Zilog SCC

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The SCC, short for Serial Communication Controller, is a family of serial port driver integrated circuits made by Zilog. The primary members of the family are the Z8030/Z8530, and the Z85233. Developed from the earlier Zilog SIO devices (Z8443), the SCC added a number of serial-to-parallel modes that allowed internal implementation of a variety of data link layer protocols like Bisync, HDLC and SDLC. The SCC could be set up as a conventional RS-232 port for driving legacy systems, or alternately as a RS-422 port for much higher performance, up to 10 Mbit/s. Implementation details generally limited performance to 5 Mbit/s or less.

One of the most famous users of the SCC was the Apple Macintosh computer line, which used the SCC to implement two serial ports on the back of the early designs, labeled "modem" and "printer". AppleTalk was developed to use the RS-422 mode to produce a low-cost medium-performance local area network system called LocalTalk, running at 230.4 kbit/s. AppleTalk evolved from earlier work that intended to produce a peripheral bus similar to Universal Serial Bus, which is why the relatively expensive SCC was selected for the Mac.


Traditional serial communications are normally implemented using a device known as a UART, which translates data from the computer bus's internal parallel format to serial and back. This allows the computer to send data serially simply by placing data in memory in its own internal format, say 16-bit little-endian, and the UART will convert this to serial form and send it. Generally there were different UARTs for each computer architecture, with the goal of being as low-cost as possible. A good example is the Zilog Z-80 SIO from 1977, designed to work with the widely used Zilog Z-80 to provide two serial ports with relatively high speeds up to 800 kbit/s.[1]

The SCC is essentially an updated version of the SIO, with more internal logic to allow it to directly implement a number of common data link layer protocols. To start with, the SCC included a hardware implementation of the cyclic redundancy check (CRC), which allowed it to check, flag and reject improper data without the support of the host computer. Higher-level protocols included BiSync, HDLC and SDLC. HDLC is better known in its implementation in the modem-oriented LAPM protocol, part of V.42. By moving the implementation of these protocols to hardware, the SCC made it easy to implement local area networking systems, like IBM's SNA, without the need for the host CPU to handle these details.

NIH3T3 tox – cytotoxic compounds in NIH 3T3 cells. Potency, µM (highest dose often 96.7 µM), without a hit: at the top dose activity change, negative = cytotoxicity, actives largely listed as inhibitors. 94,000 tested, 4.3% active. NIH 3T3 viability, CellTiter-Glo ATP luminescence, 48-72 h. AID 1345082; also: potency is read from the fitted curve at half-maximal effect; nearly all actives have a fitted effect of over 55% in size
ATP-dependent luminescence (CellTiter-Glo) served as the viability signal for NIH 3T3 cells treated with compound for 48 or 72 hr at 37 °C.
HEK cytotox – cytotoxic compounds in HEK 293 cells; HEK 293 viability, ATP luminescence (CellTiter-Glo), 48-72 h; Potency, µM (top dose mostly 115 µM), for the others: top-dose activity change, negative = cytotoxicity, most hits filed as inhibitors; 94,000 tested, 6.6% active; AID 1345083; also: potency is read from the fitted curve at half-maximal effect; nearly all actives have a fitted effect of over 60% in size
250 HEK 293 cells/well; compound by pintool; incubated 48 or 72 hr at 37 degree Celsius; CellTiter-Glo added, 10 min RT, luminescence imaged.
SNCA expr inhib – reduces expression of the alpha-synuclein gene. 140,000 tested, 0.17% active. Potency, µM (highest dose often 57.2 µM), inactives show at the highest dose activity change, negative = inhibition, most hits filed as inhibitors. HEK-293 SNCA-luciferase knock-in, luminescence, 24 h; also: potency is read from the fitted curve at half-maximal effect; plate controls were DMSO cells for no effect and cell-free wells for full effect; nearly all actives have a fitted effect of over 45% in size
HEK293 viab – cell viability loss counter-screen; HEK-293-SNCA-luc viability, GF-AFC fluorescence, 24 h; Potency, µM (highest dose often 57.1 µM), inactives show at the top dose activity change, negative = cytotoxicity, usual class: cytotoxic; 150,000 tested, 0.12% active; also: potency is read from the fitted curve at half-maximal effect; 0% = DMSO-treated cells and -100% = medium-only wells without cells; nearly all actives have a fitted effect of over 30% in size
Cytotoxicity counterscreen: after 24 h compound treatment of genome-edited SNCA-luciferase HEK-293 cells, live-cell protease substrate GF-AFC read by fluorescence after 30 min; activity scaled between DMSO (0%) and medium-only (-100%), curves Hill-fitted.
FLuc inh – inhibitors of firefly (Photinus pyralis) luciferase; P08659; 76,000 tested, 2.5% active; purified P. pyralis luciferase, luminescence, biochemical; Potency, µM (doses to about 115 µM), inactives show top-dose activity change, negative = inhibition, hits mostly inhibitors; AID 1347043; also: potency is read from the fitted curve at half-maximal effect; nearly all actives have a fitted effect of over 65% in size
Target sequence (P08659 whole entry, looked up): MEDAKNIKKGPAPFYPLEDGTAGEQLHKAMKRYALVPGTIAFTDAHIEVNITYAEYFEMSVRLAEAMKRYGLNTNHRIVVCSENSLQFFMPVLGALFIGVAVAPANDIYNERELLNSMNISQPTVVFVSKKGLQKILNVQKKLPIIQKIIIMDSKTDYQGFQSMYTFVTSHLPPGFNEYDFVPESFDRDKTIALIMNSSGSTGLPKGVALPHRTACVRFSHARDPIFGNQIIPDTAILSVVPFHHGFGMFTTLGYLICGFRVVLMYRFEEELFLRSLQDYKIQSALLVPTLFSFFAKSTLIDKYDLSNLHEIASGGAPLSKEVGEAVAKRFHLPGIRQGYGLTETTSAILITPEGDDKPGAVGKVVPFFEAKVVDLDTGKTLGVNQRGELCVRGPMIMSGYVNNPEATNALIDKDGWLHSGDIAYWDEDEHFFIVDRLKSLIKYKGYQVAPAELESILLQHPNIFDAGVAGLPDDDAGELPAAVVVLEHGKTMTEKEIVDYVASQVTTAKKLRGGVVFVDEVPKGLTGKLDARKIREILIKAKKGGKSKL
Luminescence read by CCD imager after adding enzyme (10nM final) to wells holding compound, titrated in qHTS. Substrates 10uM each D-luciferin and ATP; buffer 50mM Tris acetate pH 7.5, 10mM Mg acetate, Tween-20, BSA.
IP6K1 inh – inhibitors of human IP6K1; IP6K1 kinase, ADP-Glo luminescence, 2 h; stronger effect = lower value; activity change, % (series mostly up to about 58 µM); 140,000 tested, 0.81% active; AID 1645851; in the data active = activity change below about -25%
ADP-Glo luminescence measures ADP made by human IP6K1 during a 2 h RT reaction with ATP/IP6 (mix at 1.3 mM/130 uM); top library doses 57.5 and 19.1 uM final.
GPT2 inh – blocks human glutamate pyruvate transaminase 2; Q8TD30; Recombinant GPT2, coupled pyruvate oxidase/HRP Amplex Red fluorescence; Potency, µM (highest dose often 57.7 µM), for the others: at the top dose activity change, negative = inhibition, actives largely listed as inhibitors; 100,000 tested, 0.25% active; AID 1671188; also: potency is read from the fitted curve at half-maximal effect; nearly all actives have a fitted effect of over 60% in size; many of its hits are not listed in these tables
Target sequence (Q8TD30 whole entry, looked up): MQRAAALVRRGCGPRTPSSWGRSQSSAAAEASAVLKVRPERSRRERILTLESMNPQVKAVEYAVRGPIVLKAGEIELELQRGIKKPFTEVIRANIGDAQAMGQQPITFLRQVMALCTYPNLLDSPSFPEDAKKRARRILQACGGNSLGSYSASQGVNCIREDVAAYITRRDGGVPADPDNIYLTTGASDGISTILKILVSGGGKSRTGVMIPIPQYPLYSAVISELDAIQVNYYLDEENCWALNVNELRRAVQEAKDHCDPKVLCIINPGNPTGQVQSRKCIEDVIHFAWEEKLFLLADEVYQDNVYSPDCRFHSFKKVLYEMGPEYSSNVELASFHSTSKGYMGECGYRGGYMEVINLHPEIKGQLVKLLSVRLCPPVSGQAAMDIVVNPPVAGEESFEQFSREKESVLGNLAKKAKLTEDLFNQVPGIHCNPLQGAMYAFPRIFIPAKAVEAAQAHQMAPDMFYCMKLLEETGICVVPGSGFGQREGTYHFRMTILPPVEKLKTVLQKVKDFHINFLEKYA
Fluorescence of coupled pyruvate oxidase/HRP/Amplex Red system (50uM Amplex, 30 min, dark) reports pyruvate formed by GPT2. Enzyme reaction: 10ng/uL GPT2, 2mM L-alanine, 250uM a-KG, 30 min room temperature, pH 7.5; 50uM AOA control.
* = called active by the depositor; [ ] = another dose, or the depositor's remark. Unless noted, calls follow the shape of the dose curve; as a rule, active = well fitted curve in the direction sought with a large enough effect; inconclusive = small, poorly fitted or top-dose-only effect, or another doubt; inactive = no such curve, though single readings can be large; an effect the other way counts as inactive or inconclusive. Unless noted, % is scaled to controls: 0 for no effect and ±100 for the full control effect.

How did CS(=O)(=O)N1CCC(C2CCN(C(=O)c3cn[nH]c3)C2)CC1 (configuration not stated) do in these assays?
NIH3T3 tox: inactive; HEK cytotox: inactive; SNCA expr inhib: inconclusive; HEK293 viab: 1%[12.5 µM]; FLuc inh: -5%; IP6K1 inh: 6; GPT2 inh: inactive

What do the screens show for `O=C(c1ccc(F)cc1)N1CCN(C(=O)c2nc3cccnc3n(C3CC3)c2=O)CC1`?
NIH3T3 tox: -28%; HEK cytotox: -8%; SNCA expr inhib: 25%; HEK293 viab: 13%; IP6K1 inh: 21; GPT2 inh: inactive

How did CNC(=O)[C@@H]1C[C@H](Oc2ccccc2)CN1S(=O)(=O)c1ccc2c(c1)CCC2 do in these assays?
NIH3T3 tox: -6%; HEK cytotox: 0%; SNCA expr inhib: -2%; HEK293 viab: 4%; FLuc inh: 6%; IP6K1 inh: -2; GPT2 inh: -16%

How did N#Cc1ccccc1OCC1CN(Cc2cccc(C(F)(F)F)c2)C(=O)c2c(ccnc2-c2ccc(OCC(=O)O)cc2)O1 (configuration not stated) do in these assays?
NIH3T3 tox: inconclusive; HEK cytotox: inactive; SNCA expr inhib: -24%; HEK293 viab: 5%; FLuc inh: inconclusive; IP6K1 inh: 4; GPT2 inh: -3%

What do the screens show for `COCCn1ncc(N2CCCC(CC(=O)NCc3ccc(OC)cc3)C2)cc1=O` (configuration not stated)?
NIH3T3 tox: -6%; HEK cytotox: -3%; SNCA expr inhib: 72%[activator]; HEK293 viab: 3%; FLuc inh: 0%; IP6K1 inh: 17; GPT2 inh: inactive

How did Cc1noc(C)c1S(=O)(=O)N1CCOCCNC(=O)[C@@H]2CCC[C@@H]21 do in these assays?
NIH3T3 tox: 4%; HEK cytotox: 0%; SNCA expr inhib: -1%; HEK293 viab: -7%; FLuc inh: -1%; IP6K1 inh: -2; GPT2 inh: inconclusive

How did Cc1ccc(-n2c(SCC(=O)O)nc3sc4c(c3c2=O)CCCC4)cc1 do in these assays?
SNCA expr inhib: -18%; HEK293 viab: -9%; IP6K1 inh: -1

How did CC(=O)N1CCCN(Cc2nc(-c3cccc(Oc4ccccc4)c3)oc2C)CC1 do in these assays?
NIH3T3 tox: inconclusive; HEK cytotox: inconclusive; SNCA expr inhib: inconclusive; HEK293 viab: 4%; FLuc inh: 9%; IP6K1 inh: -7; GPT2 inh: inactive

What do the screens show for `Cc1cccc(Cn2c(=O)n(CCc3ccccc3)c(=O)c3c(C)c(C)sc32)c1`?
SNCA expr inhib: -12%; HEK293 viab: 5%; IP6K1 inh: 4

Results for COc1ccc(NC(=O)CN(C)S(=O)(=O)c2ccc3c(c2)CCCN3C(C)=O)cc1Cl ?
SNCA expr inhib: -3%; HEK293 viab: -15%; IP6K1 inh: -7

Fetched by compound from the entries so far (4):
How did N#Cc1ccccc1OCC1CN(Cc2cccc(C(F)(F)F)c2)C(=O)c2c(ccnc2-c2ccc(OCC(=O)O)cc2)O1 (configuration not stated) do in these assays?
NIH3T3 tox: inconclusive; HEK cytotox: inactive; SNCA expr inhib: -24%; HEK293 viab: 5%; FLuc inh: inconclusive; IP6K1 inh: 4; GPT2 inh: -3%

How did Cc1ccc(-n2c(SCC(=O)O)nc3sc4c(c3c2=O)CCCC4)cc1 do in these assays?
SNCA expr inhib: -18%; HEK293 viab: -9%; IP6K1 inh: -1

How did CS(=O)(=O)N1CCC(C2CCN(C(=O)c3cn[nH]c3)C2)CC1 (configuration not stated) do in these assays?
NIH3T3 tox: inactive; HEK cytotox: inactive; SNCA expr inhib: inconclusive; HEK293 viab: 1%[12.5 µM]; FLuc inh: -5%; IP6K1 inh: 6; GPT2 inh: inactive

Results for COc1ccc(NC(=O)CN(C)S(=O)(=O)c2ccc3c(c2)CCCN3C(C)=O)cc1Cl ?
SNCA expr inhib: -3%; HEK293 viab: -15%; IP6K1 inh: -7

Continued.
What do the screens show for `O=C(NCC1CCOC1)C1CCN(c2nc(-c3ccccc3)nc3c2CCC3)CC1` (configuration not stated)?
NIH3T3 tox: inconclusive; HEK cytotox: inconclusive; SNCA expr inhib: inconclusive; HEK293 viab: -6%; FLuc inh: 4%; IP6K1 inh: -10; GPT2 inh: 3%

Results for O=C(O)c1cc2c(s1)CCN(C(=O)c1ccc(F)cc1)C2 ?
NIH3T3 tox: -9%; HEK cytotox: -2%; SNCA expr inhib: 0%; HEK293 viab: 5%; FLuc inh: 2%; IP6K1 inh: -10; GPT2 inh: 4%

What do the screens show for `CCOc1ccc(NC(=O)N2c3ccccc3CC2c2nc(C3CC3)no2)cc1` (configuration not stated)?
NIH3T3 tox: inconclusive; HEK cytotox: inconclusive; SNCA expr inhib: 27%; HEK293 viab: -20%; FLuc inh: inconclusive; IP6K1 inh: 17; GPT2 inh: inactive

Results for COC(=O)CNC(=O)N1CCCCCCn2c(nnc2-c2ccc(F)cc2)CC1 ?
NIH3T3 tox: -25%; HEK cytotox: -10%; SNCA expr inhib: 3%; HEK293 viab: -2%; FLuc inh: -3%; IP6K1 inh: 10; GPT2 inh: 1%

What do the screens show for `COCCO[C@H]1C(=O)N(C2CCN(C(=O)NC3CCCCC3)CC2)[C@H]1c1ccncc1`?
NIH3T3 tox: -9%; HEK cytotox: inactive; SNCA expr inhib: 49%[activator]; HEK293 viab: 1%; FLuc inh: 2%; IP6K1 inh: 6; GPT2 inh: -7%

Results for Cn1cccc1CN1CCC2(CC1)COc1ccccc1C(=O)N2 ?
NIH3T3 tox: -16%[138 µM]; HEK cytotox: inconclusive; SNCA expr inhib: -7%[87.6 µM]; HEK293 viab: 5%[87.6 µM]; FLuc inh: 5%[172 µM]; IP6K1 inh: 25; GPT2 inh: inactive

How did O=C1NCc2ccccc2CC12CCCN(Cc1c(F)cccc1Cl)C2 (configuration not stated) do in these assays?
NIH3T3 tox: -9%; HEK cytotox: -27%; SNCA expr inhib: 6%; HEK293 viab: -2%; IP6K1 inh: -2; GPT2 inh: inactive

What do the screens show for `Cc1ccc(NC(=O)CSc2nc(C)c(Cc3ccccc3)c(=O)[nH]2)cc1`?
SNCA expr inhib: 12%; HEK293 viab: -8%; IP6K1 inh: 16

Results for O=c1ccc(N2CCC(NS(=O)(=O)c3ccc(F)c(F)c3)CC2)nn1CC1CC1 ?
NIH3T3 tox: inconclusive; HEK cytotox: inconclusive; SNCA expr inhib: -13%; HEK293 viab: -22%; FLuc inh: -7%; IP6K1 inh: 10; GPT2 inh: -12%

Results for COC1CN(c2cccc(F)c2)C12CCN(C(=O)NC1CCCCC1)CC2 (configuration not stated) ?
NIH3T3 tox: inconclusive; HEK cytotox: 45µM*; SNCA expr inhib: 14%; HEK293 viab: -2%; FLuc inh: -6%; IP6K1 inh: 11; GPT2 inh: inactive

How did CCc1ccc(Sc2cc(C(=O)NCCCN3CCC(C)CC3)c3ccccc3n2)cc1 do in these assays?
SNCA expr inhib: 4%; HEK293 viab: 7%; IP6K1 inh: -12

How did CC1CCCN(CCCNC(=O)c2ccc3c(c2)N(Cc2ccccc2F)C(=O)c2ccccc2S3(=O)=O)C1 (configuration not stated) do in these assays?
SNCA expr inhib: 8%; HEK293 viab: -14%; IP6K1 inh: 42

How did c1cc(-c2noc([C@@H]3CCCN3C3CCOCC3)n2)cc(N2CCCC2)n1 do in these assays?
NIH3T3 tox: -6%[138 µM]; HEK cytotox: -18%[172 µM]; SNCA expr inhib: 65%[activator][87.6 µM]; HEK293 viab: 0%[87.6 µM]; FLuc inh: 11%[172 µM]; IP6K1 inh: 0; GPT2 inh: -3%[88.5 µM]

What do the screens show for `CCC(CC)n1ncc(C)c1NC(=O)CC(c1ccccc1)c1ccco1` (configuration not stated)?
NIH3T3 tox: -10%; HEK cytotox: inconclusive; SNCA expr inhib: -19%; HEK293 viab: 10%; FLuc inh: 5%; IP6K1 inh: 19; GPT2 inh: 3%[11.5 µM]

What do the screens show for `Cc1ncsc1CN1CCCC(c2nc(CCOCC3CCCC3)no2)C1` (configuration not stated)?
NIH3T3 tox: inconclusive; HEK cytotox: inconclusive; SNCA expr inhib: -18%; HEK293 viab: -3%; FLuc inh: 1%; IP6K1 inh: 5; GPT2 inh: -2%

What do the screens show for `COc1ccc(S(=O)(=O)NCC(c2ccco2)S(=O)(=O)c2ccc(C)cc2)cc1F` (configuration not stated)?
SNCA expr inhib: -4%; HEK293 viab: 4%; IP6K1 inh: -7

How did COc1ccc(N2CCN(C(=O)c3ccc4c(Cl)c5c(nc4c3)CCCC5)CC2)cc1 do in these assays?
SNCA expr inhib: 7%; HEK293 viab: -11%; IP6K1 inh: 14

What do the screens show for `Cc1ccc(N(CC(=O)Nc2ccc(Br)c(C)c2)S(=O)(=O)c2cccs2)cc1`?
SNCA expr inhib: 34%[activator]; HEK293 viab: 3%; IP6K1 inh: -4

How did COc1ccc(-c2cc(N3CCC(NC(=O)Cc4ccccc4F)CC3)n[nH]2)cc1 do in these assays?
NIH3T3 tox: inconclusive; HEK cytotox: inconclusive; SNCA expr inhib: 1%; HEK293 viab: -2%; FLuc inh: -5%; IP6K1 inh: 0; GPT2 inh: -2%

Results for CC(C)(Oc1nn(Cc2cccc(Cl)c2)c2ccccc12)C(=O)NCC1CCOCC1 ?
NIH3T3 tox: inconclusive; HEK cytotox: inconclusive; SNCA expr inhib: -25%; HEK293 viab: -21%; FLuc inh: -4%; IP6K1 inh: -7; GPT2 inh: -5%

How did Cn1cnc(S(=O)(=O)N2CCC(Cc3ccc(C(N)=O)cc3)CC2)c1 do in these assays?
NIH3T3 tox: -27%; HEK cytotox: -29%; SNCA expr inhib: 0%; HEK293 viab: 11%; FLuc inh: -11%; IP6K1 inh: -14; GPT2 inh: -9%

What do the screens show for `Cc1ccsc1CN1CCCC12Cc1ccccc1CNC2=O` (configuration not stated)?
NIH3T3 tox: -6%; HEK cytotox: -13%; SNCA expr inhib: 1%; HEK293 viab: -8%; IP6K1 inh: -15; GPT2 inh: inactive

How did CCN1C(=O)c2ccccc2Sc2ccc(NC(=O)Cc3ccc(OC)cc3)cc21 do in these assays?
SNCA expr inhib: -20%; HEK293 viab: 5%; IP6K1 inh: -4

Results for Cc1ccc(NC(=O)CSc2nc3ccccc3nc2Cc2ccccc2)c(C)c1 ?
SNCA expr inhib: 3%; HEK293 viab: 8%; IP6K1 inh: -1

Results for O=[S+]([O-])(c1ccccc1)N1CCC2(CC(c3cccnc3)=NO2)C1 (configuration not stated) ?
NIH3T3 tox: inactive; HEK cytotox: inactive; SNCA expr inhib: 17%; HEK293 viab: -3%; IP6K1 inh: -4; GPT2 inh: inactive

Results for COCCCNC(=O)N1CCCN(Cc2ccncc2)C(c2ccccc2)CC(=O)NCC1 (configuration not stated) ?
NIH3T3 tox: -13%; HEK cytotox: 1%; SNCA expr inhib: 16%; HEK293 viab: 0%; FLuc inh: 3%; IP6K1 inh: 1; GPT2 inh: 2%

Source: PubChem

When used in traditional serial mode, the SCC could be set to use 5, 6, 7 or 8 bits/character, 1, 1/5 or 2 stop bits, odd, even or no parity, and automatically detected or generated break signals. In synchronous modes, data could be optionally sent with NRZ, NRZI or FM encoding, as well as Manchester decoding, although Manchester encoding had to be handled in external logic.

The SCC's transmission rate could be timed from three sources. For basic RS-232-style communications, the SCC included an internal 300 Hz clock that could be multiplied by 1, 16, 32 to 64, providing data rates between 300 and 19,200 bit/s. Alternately, it could use the clock on the bus as provided by the host platform, and then divide that clock by 4, 8, 16 or 32 (the later two only in the original NMOS implementation). When used on a machine running at the common 8 MHz clock, this allowed for rates as high as 2 Mbit/s. Finally, the SCC also included inputs for the provision of an external clock. This worked similar to the host clock, but could be used to provide any reference clock signal, independent of the host platform. In this mode, the clock could be divided as in the internal case, or multiplied by 2 for even higher speeds, up to 32.3 Mbit/s in some versions. Using the external clock made it easy to implement LAN adaptors, which normally ran at speeds that were independent of the host computer.

Early implementations used receive buffers that were only 3 bytes deep, and a send buffer with a single byte. This meant that the real-world performance was limited by the host platform's ability to continually empty the buffers into its own memory. With network-like communications the SCC itself could cause the remote sender to stop transmission when the buffers were full, and thereby prevent data loss while the host was busy. With conventional async serial this was not possible; on the Macintosh Plus this limited RS-232 performance to about 9600 bit/s or less, and as little as 4800 bit/s on earlier models.

Most SCC models were available in either dual in-line package (DIP) or chip carrier (PLCC) versions.



Original model implemented in NMOS with a multiplexed "Z-Bus" interface that matched the Zilog Z8000/Z16C00/8086 CPUs


Functionally identical to the Z8030, but using a non-multiplexed "Universal-Bus" designed to allow use with any CPU or host platform, including the Z-80

Z8031 and Z8531

Versions of the Z8030 and Z8530 with the synchronous support removed, producing a design more closely matching the original SIO[2]

Z80C30 and Z85C30

CMOS implementations of the Z8030 and Z8530. Plug compatible with the early versions, adding the 2x speed when used with the external clock, and a number of bug fixes and improvements in the link layer protocols.

Z80230 and Z85230

Updated CMOS implementations of the Z80C30 and Z85C30, also known as the ESCC


Updated version of the Z85230 (only), also known as the EMSCC


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